By Lisa Young
Delta County Health Department recently revamped its community COVID-19 dashboard in an ongoing attempt to keep track of COVID-19 cases and keep citizens informed.
The new dashboard available now on county social media sites and its website will have more data points and daily updates, according to Greg Rjankowski, health department director of environmental health.
“We are working on getting both an English and Spanish version out so we can have that accessible to both populations,” Rajanowski told Delta County Board of Commissioners on Wednesday.
He said the health department continues to “clean up” case discrepancies with the state noting that one case attributed to Delta County was from Sterling, Colorado.
To date, Delta County’s case count remains at 175 with 15 active cases and 160 recovered cases (unfortunately the new dashboard has removed the number of recovered cases).
The county is in the “cautious” range according to the CDPHE’s new dashboard dial with a two week 2.12% positivity testing rate. The total positivity testing rate is a bit higher with 3.53% average.
A possible covid-related death in the county is under investigation, Rjankowski told commissioners. Later in the day, the health department confirmed that a Delta County resident in their 80s passed away from COVID-19 bringing the total COVID deaths to three.
The state has also introduced a new dial framework with five levels to guide county responses to COVID-19 moving from the most restrictive Stay at Home to less restrictions in Safer at Home 3-high risk; Safer at Home 2-concern; Safer at Home 1-cautious; and then Protect Our Neighbors.
“We’re at safer level one which is just above Project Our Neighbors. There are some allowances that they’ve made for us that don’t fit those criteria completely but they’re okay with that and so are we,” said Rajonwoski adding that the allowances deal with group sizes.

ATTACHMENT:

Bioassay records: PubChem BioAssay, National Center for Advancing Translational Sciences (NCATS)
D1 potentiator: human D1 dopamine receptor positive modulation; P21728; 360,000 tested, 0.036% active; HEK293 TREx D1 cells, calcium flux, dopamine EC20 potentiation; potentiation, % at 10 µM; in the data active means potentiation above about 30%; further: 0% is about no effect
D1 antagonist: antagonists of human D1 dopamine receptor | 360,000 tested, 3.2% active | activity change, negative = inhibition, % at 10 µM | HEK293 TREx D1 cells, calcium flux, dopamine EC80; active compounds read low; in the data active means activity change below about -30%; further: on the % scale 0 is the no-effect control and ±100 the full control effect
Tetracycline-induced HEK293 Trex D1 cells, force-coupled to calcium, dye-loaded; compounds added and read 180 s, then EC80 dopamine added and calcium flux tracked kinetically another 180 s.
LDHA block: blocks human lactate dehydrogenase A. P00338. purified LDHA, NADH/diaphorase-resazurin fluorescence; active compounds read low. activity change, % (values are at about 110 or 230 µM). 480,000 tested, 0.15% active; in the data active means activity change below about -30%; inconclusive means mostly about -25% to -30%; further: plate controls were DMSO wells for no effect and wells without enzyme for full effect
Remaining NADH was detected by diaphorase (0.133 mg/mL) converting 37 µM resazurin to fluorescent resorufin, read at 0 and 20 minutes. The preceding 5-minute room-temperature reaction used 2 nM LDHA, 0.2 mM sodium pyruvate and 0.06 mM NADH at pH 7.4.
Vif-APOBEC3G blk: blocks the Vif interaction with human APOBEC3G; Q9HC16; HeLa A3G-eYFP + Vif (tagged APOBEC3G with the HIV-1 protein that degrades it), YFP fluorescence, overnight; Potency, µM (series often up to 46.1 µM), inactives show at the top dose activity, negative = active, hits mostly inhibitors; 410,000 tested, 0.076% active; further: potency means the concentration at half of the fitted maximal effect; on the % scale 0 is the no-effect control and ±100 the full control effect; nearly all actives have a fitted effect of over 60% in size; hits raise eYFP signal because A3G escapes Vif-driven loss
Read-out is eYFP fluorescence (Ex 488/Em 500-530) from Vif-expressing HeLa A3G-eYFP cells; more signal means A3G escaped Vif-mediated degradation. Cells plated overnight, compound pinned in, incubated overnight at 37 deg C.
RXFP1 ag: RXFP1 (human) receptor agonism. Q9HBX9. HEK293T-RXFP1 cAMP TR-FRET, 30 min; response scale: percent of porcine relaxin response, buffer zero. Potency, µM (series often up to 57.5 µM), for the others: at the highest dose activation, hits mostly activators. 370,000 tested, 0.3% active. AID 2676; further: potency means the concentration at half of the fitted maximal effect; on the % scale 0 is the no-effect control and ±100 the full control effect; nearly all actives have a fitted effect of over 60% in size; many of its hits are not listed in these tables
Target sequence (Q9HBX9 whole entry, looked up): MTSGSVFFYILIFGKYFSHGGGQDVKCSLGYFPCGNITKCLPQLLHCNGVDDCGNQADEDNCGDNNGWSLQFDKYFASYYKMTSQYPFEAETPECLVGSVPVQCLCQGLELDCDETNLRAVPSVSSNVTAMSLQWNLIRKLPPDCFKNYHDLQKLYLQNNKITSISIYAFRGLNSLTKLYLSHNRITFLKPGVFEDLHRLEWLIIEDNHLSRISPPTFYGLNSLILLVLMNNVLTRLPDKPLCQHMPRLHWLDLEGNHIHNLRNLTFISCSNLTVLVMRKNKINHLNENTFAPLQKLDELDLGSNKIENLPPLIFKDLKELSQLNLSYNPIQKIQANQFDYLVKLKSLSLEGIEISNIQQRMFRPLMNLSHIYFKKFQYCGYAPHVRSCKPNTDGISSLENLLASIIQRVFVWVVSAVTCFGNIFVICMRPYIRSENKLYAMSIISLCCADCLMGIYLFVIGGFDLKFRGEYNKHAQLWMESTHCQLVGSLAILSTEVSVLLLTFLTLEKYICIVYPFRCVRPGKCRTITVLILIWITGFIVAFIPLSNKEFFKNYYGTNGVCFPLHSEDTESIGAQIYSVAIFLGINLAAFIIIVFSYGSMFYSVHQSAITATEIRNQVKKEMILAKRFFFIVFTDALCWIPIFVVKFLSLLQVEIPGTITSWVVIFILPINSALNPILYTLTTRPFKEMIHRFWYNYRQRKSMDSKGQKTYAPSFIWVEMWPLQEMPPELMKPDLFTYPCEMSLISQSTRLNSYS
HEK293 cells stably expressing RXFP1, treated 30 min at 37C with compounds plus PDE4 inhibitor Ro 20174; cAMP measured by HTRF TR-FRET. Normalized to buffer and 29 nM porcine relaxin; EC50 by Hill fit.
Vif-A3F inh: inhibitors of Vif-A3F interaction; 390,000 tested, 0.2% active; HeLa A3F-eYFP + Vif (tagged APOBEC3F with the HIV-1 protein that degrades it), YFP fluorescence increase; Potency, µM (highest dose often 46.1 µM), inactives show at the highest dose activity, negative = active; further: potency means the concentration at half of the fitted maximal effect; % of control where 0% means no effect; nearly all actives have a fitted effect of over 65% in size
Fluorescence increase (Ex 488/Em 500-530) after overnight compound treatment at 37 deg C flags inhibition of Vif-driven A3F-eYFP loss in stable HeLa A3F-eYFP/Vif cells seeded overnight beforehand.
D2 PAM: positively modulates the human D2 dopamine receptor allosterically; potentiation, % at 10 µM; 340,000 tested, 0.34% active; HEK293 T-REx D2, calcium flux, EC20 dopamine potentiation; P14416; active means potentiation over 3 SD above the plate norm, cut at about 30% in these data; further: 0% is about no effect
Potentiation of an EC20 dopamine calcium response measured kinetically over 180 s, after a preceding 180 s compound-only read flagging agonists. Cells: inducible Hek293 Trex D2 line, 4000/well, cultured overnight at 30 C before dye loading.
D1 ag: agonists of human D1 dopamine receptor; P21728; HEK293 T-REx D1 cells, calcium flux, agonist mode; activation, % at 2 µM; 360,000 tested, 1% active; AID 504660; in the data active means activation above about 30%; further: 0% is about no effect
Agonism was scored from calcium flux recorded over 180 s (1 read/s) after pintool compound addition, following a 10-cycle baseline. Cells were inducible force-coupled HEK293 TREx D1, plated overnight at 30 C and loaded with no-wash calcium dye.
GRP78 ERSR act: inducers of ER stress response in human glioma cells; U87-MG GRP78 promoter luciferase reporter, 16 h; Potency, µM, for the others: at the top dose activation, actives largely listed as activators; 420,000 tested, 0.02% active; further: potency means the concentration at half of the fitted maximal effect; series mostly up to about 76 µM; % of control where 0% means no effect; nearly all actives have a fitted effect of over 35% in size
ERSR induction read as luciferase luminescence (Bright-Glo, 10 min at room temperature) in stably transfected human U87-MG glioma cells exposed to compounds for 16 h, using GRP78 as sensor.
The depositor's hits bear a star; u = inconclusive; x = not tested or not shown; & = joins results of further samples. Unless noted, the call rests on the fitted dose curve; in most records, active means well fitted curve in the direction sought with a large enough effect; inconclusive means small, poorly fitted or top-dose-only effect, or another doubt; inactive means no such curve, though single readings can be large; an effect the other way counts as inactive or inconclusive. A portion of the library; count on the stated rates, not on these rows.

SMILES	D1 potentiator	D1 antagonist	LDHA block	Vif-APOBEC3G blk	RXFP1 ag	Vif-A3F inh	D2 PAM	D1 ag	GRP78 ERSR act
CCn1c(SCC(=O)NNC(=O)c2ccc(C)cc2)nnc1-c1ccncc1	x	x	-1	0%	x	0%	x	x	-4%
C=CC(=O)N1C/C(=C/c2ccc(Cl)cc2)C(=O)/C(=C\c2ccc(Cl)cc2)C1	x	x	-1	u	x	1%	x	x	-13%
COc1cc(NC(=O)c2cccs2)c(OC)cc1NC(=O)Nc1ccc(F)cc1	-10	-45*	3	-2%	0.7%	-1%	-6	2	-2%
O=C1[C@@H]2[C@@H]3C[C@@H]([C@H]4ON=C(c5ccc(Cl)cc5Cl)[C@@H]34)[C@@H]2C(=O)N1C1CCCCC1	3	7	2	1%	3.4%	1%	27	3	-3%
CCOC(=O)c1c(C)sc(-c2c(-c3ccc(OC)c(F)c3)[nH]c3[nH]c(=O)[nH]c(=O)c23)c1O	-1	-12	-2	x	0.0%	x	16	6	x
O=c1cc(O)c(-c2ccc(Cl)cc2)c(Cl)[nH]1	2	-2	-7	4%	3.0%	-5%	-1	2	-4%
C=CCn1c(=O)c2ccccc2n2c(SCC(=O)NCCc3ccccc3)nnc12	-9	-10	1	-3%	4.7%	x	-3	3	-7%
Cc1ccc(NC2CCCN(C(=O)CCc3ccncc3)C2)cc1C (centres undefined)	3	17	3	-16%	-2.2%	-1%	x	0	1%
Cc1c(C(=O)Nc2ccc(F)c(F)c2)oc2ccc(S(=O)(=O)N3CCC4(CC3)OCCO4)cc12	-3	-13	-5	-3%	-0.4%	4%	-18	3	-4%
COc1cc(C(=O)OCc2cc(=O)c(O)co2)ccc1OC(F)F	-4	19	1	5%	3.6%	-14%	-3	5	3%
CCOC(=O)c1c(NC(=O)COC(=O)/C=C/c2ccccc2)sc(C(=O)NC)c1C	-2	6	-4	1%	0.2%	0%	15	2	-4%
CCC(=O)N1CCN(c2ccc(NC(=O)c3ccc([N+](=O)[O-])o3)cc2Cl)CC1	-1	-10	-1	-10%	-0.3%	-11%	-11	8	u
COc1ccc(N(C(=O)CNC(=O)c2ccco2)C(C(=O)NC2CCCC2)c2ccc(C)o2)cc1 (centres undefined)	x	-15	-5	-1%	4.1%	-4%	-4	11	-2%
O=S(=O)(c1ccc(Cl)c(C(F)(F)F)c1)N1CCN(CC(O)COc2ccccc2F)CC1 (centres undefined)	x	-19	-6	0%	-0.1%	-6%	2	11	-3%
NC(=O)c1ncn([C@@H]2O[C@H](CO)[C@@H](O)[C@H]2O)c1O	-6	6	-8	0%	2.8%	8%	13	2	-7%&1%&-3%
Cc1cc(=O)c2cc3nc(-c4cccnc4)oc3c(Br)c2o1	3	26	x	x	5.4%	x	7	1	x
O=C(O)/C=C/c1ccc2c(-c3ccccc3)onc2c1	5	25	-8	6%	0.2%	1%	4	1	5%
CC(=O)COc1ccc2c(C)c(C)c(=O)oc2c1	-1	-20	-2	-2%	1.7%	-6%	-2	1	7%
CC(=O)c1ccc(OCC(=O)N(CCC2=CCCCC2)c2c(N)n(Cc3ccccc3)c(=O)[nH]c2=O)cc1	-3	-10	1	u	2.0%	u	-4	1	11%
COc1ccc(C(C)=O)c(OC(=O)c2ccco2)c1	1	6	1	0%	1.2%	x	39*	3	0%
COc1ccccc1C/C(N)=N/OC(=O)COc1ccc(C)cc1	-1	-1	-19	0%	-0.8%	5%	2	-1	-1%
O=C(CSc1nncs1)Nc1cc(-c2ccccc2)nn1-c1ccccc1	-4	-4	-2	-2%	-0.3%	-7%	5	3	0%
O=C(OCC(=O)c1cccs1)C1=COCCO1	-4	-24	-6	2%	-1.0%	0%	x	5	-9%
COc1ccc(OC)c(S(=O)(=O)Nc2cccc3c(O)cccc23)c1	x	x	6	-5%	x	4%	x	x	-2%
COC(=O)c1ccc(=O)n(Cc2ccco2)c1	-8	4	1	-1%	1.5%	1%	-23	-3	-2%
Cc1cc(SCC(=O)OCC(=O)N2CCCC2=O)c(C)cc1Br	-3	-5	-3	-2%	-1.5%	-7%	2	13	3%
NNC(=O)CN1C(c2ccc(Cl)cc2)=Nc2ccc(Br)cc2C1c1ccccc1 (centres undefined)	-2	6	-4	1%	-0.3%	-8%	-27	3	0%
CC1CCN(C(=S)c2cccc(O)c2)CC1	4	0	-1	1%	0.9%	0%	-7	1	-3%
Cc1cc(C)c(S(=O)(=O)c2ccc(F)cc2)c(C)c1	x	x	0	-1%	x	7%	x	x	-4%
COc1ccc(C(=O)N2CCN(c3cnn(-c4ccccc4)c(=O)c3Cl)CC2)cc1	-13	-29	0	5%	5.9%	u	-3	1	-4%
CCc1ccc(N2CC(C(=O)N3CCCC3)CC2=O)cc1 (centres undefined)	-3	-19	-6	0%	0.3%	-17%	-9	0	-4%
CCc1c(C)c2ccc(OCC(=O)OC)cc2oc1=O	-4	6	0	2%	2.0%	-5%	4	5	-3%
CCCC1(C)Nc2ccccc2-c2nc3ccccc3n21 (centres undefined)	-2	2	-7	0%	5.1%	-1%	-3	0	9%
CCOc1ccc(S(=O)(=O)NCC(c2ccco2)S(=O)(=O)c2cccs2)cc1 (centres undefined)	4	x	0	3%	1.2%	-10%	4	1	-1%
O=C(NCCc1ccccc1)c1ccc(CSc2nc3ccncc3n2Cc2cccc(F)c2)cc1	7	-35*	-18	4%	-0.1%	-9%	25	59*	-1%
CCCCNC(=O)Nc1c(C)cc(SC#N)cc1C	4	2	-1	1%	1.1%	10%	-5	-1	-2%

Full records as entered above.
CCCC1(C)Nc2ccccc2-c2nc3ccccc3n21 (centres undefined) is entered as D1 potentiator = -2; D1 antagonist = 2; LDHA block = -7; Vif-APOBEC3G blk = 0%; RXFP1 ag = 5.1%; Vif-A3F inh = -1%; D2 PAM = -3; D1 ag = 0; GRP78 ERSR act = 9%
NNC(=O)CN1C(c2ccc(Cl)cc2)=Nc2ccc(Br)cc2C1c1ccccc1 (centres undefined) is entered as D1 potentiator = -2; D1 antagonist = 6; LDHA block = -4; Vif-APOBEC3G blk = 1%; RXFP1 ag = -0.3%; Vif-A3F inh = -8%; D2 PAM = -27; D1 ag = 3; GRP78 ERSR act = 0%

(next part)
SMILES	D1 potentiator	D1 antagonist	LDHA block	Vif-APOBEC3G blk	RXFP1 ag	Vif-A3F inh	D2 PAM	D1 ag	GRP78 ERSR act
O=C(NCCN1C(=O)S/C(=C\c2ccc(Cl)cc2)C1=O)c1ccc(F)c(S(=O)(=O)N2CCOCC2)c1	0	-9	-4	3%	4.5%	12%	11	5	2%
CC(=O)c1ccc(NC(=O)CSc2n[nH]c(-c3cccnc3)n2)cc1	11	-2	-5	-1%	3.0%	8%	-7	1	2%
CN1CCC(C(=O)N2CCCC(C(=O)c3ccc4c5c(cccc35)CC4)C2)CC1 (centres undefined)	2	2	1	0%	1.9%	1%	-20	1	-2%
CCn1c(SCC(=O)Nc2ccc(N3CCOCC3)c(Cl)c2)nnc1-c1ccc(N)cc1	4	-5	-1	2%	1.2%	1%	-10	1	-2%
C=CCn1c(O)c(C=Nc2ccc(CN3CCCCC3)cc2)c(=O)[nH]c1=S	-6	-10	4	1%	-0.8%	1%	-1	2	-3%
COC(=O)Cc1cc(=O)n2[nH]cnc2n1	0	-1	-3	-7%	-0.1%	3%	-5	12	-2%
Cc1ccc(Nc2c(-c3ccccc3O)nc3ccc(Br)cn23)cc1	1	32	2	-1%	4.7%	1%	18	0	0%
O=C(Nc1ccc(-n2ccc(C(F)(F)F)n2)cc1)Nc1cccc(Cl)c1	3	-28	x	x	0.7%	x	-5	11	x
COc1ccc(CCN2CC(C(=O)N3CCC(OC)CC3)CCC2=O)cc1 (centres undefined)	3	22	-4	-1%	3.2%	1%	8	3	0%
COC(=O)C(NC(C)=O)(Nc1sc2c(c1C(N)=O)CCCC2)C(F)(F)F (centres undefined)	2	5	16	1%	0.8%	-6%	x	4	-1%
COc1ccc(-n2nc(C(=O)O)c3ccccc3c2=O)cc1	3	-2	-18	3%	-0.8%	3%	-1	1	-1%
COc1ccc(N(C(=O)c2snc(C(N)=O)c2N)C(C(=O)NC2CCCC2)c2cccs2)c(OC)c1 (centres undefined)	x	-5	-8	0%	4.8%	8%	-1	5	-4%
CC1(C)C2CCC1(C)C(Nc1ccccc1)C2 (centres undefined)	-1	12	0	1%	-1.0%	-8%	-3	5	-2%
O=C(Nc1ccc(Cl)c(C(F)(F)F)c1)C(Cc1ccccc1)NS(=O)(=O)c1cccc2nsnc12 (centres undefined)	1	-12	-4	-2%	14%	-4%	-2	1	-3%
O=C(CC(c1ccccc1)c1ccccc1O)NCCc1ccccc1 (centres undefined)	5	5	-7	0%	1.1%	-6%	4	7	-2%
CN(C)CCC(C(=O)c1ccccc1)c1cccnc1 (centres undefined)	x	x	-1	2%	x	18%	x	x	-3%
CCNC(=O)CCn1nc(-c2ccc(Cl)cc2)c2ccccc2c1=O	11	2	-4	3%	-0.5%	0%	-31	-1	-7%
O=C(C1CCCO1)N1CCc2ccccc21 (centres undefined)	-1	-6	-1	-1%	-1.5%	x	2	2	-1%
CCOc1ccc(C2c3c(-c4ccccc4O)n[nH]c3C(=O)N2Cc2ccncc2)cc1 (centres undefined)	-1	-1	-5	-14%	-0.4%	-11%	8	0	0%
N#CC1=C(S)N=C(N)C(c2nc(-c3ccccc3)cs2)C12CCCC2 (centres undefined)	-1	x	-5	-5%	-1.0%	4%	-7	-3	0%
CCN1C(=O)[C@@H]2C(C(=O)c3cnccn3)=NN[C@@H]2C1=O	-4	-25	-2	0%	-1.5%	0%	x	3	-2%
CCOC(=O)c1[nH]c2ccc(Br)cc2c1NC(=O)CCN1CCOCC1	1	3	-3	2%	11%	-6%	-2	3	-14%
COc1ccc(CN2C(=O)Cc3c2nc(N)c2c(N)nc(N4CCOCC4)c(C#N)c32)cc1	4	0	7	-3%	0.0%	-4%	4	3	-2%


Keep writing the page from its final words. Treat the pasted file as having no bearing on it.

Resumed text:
When asked if the county might consider moving to the Protect Our Neighbors level, Rjankowski said the health department is “being very cautious about moving to that” because of a rise in cases on the Eastern Slope and adjacent states.
“Going to through the process to get to Protect Our Neighbors and then a week later start to see our cases spike and then having that sort of ‘whiplash’ effect going back under more severe restrictions probably wouldn’t be beneficial to our community right now so, I think we’re going to stay here for now,” he said.
The new state framework replaces the general variance process in most situations and counties will move between the levels based on the number of new cases; the percent of positivity on COVID tests and hospitalizations.
Most counties will remain where they are as the state adjusts to its new metrics and new system according to Rjankowski. He did suggest that if other counties begin to move forward and the case numbers in Delta County keep going down the conversation to move to Protect Our Neighbors could potentially take place.
In regards to the new dashboard, Darnell Place-Wise, joint information officer, said, “The new data dashboard expands on the information we have been sharing throughout the pandemic, but goes further in that it’s even more transparent as the health department has been able to to bring together the source data set with their validation process. In doing so, there is more accurate alignment of what we have, with what the Colorado Department of Public Health and Environment was and is reporting.”
She said the health department is now able to substantiate everything before it’s reported, as well as being able to provide that history and breakdown real-time for anyone to analyze.
“We truly are providing as much information as we can, and hope that this new visual gives individuals the information they are seeking,” she added.
The new state COVID-19 dial dashboard can be found at covid19.colorado.gov.